This, of course, does not say that the necessary - 3-12 /kWh for municipal solid
developments would be economically viable or waste/landfill gas,6
politically or socially acceptable. In fact, past - 4-7 /kWh for geothermal,7 and
proposals for geothermal power plants and wind - 4-7 /kWh for hydroelectric.
farmsthe biggest potential renewable energy
contributionshave been dropped because of Specific costs will vary in Hawaii, but given the
local opposition. Any development would be current electricity pricing, government
subject to such identified constraints as site leadership, and public interest, developers have
selection; residents environmental, aesthetic, proposed a number of projects that they think
and cultural sensitivities; and the vision of each will be both cost-effective and commercially
island for the objective optimal mix of renewable viable. Note that the 287 MWe of ground-
sources with fossil fuel-based generation. All of mounted, utility-scale solar potential identified
these constraints should be considered given by the assessments represents opportunities that
future prospects for (and net costs of) continued might be satisfied by either solar photovoltaic or
fossil fuel use. concentrating solar thermal technologies.

Rooftop PV systems could potentially meet a Table 1 (at the end of this paper) summarizes
significant portion of Oahu energy use. And statewide estimated renewable energy potential
increasing Oahus renewable energy-based based on those assessments, with existing
electricity with PV and other technologies may installed capacity given for comparison. The
also leverage resources on other islands. potential capacity from new renewable sources
Announced proposals to develop wind energy totals 2,133 MW, nearly the current installed
from Lanai and Molokai equal 40% of Oahus capacity for the state (2,414 MWe). Adding a
current generating capacity. So, a combination of statewide estimate of rooftop solar potential (see
on-island and neighboring island development, footnote 9) adds an additional net solar potential
could make major inroads. of more than 2,000 MWe, nearly doubling the
total.
The technologies discussed in this paper are all
commercially available today. Given the current Dramatically reconfiguring the electrical system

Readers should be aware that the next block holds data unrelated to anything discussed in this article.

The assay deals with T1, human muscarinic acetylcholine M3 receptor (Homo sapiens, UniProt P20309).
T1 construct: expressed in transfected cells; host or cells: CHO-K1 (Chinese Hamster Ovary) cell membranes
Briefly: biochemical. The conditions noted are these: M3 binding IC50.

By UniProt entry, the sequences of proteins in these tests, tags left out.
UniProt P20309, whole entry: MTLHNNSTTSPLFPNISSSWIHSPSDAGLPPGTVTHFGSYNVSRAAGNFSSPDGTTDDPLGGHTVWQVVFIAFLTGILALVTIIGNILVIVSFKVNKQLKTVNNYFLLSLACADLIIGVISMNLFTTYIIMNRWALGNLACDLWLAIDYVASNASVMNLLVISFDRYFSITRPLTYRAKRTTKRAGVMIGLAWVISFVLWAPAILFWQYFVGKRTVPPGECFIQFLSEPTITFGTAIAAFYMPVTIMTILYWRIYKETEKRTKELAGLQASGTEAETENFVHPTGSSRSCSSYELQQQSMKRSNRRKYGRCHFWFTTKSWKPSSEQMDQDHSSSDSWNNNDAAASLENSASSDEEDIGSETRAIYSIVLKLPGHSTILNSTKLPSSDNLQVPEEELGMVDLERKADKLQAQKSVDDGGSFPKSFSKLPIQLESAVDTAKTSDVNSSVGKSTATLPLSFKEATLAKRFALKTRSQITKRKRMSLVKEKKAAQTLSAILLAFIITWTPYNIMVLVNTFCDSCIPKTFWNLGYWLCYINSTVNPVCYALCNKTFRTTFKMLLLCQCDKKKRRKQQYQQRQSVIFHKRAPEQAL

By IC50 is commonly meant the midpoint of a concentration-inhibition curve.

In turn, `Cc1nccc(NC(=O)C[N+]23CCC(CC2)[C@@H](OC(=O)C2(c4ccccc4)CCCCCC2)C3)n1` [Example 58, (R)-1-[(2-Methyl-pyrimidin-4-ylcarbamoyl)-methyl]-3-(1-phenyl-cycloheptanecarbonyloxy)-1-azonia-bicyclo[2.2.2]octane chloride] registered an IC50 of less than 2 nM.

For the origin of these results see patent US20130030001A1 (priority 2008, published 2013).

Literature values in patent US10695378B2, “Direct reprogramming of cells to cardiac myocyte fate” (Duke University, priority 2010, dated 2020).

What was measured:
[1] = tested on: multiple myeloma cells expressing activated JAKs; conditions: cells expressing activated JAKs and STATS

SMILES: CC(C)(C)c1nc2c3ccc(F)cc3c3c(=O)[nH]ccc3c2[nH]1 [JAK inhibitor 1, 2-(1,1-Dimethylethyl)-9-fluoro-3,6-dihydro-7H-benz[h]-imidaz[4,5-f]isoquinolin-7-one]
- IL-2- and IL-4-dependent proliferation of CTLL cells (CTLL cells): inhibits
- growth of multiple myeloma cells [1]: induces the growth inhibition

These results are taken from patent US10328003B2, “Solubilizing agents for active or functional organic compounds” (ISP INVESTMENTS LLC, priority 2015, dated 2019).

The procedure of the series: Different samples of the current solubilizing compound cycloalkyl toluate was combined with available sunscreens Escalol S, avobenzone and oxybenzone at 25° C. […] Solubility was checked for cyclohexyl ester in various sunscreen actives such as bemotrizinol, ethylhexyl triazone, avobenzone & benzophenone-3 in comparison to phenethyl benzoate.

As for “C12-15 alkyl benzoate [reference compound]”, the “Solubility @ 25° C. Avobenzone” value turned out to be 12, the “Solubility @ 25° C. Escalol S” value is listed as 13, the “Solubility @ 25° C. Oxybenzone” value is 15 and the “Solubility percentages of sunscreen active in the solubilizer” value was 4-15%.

high price of electricity in Hawaii17.7/kWh on a statewide basis may allow for synergies
for HECO (Oahu), 27.2/kWh for MECO (Maui, among the islands not yet realized. For instance,
Molokai, and Lanai), 29.5/kWh for HELCO analysis of statewide mapping of wind potential
(Hawaii Island), and 32.3/kWh for KIUC conducted by NREL as part of the EPAct effort
(Kauai)1they are also cost competitive in most suggested potential for 1,850 MWe, more than
cases. The following representative renewable
energy cost ranges may be somewhat higher in
Hawaii, but can be seen to compare quite
favorably with the price of electricity in Hawaii. 5
This range brackets estimated costs for a
number of biomass technologies, including a 25
- 5-8 /kWh for wind,2 MW fluidized bed, 25 MW stoker, 25 MW
- 20-40 /kWh for solar (PV),3 integrated gasification combined cycle, and a 1
- 12-18 /kWh for concentrating solar MW wastewater treatment plant. See V. Tiangco
thermal power,4 et al. 2005 [11]. Some figures were given in
2010 dollars, but are accommodated within the
1
Data from Energy Information Administrations broad cost range cited. This range is also
Form EIA-861 for 2006 [9], the latest date for consistent with that given for biomass systems in
which data were available as of this writing. See the Renewables 2007 Global Status Report op.
http://www.eia.doe.gov/cneaf/electricity/page/eia cit [12].
6
861.html. For a 12 MW system (Advanced Energy
2
Onshore siting, 1-3 MW, 60-100 meter blade Strategies 2004) [13]. A 1 MW landfill gas
diameter. See also Wiser and Bolinger 2007 [10]. system is costed at ~3.7/kWh (2010 dollars) in
3
For low-latitude locations, assuming solar Tiangco et al. 2005 [11].
7
insolation of 2500 kWh/m /yr 1-100 MW binary, single- and double-flash,
2

4
For a 50-500 MW parabolic trough and 10-20 natural steam systems. From Martinot et al.
MW tower designs (2007) [12]

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Proceedings of the 42nd Hawaii International Conference on System Sciences - 2009